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But at a basic level all religions, some more some less but invariably all, are hostile to rationality and critical thinking.
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What does this have to do with religion and racism? In any case this is simply a very loaded and very fallacious proposition.

The Jews have made tremendous contributions to logic and thinking. They were also the first to place the written word as paramount and had centuries of almost journalistic recordings because to them YHWH is nothing but the logic on which the world is set on.

To them God is not only nature but the reason for the very earth we tread upon, the air we breathe. In short an impersonal God. When Einstein famously said that he did not believe in a 'personal' God but believed in Spinoza's God, he was referring to the fact that he was a believing Jew and that the God he believed in didn't need to be personalized.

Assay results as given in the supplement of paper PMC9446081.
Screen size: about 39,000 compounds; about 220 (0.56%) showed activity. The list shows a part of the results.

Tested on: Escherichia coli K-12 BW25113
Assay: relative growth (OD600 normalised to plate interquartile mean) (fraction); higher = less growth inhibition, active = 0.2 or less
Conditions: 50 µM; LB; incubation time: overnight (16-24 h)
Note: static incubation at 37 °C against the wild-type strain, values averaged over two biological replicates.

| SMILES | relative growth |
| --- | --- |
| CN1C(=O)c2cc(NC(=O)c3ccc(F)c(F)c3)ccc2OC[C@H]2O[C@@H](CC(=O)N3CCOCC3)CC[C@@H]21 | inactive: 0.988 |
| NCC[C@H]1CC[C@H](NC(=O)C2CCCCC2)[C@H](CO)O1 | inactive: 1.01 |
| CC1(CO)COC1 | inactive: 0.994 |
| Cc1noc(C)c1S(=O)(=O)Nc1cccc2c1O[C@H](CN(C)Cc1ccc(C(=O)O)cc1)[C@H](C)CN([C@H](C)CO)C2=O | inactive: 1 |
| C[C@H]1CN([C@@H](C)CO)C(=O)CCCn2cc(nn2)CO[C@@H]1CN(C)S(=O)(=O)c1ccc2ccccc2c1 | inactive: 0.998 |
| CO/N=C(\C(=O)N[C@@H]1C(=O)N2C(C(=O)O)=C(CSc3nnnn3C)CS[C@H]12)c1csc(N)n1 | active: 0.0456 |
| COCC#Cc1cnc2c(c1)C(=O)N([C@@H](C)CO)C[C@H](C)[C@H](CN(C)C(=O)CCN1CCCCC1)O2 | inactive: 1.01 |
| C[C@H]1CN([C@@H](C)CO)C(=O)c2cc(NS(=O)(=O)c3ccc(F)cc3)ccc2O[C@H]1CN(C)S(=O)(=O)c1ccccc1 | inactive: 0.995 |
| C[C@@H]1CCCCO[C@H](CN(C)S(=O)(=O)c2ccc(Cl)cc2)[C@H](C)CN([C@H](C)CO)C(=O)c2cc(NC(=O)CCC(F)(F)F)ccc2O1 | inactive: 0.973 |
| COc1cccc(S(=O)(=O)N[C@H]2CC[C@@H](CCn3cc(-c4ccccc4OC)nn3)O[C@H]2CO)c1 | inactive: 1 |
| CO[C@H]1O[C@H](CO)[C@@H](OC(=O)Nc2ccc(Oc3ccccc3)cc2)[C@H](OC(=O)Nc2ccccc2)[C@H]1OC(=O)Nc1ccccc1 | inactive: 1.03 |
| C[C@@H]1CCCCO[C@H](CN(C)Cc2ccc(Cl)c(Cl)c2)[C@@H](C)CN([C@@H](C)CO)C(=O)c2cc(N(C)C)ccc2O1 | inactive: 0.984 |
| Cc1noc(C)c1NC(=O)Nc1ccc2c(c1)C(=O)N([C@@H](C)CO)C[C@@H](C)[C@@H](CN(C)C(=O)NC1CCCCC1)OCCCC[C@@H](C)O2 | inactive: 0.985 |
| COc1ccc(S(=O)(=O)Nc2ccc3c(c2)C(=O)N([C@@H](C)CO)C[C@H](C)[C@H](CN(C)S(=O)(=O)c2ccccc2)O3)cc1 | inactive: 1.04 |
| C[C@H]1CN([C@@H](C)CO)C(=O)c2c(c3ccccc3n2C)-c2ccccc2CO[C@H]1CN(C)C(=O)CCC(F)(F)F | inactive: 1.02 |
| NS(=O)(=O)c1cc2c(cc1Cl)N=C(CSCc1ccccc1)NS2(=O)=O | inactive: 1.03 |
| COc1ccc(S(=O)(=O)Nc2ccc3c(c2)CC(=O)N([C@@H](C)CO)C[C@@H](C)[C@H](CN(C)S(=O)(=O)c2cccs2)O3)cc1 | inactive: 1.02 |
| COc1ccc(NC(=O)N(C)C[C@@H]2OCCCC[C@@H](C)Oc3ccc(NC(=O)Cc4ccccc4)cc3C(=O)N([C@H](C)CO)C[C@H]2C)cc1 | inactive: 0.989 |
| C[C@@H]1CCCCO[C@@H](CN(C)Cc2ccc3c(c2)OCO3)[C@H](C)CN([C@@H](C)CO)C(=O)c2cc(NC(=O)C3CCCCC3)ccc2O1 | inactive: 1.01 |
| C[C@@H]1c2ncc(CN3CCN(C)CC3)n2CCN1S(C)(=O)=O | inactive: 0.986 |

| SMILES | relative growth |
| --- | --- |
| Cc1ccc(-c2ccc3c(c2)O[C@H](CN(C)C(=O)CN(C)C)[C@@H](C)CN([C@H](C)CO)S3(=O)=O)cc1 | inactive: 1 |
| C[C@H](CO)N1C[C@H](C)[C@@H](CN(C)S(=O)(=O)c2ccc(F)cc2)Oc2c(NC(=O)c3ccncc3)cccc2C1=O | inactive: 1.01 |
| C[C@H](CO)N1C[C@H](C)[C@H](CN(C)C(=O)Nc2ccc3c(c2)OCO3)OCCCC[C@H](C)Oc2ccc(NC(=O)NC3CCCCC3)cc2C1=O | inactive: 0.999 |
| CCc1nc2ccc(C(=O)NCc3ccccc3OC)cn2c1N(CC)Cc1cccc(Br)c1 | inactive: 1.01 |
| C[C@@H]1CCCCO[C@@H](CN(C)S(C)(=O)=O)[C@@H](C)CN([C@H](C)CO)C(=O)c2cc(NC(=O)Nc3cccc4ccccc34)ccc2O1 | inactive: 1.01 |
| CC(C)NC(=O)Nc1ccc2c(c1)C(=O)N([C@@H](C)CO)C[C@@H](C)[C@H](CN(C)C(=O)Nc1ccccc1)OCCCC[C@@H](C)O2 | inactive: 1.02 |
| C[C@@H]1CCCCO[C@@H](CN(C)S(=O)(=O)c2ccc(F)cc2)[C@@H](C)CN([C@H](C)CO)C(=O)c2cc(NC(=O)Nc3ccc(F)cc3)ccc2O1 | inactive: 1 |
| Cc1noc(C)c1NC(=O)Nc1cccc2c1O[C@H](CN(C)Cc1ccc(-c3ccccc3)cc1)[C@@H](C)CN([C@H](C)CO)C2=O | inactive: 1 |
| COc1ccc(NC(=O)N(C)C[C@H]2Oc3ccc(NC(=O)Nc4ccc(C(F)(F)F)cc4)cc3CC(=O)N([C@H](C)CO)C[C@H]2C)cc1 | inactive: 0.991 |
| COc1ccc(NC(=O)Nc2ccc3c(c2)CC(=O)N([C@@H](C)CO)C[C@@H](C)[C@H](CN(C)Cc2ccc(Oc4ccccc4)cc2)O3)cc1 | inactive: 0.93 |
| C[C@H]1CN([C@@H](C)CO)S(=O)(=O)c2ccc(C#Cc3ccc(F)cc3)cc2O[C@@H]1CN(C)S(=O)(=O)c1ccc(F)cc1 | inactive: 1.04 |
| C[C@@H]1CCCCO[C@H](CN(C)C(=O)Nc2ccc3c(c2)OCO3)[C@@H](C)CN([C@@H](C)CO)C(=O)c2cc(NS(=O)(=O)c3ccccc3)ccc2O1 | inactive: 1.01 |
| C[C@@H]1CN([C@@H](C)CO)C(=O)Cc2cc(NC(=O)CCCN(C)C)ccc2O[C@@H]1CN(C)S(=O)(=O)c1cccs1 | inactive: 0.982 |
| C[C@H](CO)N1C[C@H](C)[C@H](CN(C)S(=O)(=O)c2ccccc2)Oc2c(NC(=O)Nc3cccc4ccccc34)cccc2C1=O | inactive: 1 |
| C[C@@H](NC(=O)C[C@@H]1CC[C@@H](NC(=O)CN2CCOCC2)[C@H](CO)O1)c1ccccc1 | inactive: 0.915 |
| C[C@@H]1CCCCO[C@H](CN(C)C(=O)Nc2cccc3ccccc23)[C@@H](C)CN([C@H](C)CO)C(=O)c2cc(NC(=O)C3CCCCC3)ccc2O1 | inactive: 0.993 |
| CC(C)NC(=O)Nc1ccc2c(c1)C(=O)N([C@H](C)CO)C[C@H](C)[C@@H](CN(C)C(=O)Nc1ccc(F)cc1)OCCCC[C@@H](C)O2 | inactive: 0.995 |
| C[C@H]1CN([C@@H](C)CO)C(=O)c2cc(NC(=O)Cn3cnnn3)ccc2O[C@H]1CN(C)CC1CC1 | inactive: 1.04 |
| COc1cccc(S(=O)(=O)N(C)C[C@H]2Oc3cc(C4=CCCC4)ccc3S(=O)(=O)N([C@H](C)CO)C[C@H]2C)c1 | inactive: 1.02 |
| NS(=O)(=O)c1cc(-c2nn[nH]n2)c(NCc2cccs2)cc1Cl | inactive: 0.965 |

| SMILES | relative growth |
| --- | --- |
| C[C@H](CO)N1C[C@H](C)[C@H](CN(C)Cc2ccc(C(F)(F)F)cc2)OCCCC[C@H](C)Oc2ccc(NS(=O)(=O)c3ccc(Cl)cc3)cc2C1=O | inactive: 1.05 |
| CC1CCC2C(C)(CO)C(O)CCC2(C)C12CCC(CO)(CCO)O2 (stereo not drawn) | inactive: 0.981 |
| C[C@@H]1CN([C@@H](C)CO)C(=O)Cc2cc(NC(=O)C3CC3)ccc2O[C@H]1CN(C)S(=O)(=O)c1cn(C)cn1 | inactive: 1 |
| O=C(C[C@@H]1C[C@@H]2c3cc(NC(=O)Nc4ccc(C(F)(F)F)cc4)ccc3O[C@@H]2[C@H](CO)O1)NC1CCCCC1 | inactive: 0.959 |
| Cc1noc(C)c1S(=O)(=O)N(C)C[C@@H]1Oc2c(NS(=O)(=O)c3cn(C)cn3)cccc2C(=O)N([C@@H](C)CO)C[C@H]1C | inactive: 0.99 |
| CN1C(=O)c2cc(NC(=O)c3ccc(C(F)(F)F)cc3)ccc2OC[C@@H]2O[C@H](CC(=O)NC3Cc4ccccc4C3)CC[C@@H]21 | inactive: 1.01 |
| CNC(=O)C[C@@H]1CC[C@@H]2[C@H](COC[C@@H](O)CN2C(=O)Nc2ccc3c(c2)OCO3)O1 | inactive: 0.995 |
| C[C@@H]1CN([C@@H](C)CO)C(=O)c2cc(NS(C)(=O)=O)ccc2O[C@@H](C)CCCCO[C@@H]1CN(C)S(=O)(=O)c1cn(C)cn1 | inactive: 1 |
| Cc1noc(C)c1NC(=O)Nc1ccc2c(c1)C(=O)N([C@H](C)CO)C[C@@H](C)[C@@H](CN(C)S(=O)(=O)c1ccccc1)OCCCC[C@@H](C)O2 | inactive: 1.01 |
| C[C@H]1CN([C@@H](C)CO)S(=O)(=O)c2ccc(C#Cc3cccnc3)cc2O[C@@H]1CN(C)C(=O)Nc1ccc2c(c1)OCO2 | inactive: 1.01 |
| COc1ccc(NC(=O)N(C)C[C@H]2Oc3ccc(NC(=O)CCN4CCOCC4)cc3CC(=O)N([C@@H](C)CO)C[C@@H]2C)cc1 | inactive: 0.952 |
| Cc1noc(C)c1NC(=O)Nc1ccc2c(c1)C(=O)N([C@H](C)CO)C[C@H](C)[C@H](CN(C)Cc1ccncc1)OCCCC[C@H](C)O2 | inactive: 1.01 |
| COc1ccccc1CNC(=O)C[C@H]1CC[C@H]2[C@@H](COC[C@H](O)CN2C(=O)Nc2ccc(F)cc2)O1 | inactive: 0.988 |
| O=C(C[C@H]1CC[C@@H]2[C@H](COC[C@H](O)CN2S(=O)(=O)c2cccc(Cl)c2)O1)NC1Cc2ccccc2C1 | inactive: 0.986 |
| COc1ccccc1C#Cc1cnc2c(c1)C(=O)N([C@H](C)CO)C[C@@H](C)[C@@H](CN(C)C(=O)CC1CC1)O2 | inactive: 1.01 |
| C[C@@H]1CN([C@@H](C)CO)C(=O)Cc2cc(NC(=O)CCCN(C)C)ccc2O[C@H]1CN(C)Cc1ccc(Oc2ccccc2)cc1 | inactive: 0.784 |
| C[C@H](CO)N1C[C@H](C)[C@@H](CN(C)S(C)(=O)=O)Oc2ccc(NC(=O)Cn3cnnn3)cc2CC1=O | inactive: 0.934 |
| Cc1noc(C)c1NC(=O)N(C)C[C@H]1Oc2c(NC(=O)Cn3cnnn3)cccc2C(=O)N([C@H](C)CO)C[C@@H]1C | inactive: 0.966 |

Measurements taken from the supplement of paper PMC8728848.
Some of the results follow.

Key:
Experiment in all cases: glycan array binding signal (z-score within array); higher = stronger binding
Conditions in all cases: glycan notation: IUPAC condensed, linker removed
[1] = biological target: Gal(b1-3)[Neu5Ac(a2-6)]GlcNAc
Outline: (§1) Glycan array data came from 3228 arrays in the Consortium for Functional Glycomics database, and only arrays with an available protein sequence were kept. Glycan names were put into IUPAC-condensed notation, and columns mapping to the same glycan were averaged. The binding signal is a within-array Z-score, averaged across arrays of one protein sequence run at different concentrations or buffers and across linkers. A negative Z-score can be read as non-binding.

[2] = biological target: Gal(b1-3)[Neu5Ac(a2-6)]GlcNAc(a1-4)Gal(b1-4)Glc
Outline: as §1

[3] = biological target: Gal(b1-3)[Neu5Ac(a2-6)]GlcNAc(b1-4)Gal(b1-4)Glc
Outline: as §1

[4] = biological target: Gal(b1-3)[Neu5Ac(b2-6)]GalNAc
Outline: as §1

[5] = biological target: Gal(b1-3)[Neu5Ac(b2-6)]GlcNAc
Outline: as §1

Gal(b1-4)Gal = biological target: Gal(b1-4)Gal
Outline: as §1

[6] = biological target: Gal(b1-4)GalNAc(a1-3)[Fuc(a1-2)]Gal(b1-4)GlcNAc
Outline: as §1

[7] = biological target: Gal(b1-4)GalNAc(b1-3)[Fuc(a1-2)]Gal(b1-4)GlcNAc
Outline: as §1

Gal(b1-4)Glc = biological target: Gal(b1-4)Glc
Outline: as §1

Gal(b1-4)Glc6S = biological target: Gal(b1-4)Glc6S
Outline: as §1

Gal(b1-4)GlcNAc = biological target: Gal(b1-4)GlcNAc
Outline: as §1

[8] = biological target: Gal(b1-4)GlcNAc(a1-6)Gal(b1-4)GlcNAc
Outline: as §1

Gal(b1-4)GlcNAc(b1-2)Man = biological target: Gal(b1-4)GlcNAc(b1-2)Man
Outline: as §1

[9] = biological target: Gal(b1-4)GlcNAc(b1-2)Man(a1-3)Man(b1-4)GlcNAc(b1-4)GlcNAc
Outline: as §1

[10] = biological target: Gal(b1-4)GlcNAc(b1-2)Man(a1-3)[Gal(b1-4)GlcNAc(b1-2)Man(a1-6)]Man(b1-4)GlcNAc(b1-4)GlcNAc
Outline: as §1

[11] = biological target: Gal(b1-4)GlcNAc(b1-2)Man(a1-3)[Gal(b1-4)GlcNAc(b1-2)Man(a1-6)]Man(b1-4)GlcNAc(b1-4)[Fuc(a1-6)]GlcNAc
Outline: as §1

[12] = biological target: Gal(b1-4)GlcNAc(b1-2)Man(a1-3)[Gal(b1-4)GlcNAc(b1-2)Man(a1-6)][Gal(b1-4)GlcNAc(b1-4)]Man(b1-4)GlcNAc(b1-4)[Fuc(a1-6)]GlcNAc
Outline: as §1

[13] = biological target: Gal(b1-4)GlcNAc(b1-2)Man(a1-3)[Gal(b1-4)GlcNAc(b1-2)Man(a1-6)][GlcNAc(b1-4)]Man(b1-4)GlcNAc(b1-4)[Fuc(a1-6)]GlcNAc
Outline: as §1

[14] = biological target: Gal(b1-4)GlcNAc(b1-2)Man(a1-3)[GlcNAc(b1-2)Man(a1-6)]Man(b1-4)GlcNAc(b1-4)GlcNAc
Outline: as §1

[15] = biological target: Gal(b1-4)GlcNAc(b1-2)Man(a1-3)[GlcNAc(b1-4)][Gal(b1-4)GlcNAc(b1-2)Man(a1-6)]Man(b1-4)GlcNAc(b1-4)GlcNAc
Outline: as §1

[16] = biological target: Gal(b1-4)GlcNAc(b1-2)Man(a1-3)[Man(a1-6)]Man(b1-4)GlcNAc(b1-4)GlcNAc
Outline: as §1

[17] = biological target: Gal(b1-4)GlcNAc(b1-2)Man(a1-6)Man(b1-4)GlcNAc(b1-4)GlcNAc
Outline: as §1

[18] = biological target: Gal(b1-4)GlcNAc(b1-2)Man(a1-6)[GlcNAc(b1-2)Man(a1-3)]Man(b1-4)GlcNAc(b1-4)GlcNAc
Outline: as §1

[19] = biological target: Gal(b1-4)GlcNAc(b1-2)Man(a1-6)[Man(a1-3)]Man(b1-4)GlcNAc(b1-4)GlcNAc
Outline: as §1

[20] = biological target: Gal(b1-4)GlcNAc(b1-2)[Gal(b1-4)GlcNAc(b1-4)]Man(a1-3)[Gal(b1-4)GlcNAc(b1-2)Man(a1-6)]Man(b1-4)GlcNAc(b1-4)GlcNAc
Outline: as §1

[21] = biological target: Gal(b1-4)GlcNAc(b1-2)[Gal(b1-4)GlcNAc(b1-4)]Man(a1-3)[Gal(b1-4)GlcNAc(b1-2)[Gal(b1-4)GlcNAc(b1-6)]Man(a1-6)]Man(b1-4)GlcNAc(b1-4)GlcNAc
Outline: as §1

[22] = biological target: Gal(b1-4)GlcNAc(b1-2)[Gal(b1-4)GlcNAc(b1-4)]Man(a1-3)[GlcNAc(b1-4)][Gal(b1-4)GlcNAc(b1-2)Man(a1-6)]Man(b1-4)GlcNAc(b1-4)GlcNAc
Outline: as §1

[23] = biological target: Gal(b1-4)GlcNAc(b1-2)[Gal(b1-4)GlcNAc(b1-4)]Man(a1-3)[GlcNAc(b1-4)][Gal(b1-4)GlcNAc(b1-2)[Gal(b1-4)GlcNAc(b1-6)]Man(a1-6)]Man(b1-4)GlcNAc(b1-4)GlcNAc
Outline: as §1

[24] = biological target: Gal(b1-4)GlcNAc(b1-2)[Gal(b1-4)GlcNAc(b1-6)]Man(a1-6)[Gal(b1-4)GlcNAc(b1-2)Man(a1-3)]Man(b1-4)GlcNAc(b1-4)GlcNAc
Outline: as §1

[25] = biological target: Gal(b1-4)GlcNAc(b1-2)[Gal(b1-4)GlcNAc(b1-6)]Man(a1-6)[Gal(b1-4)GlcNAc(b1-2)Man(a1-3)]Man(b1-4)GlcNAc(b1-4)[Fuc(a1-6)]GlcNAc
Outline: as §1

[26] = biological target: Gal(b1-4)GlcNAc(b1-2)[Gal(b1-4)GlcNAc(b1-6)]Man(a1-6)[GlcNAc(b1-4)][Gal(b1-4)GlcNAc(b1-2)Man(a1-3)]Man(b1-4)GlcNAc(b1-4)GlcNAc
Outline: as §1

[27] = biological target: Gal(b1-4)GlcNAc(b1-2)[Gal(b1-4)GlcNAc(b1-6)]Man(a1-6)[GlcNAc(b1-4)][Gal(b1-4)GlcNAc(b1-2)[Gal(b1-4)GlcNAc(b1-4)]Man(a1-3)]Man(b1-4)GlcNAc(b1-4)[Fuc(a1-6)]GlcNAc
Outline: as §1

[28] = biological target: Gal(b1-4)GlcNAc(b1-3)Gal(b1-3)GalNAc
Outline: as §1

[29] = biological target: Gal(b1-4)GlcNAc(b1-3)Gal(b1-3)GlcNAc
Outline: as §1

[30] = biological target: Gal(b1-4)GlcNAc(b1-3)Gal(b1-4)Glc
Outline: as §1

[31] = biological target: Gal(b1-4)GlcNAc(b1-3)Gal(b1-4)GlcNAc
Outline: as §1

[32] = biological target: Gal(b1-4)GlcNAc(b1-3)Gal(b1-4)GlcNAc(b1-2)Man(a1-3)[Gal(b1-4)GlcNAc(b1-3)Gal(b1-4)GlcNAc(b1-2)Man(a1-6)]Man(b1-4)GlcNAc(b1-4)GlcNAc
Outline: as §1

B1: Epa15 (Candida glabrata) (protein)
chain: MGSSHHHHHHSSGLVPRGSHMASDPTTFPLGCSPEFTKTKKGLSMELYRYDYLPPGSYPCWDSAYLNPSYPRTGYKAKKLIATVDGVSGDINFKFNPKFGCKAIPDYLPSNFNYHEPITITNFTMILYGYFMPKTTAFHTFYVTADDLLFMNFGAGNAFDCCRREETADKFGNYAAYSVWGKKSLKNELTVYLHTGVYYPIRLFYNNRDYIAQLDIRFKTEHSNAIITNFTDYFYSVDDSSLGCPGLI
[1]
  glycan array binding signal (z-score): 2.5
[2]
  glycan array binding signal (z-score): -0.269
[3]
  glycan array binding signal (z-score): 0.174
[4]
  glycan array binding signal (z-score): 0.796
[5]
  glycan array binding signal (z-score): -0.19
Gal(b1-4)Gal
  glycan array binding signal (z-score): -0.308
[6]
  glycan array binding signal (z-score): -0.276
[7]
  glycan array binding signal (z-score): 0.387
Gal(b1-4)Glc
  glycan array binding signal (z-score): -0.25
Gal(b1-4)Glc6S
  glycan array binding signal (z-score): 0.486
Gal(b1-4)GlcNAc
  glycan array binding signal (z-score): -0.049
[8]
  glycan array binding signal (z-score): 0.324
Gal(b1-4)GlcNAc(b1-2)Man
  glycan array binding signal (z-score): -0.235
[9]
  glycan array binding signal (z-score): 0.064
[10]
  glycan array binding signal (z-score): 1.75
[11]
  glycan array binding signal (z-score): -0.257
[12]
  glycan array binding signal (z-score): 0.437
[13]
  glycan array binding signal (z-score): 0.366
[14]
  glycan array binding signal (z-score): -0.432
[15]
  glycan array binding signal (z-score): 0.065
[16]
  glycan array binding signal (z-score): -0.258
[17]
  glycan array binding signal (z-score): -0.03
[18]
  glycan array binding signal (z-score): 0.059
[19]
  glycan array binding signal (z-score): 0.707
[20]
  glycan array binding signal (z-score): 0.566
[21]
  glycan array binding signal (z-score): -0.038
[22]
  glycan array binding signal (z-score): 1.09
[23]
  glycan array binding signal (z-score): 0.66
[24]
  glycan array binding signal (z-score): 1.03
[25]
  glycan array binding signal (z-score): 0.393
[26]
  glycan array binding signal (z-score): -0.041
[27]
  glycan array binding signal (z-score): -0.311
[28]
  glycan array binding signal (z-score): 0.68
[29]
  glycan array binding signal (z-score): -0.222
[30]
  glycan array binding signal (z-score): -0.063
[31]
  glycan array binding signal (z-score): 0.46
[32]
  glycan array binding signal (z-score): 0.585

All science, maths etc. have discovered that the world works on a kind of logic, this logic to the Jews is none other than YHWH itself.(not 'itself' not 'himself')

Even in the Gospel of John, the line, 'in the beginnign was the word and the word was God' means the same thing though it won't help to read St. Paul's letters alongside it. The greek version has the word 'logos' in place of 'word'. Logos means other than word also language and of course logic. If you take language it'll put a whole new spin on the Tower of Babel story.

When Christianity spread to Europe in a very altered form the problem began. St.Paul inorder to spread the good book as far as possible made changes to the original like bringing Greek concepts like immaculate conception because Paul(who was Jewish) didn't think that Europe could accept Jesus as he was(which was likely that he was just a prophet turned revolutionary).

When people accuse religion of spreading irrationality they actually talk only of Christianity which under the influence of the Catholic Church was certainly guilty as charged.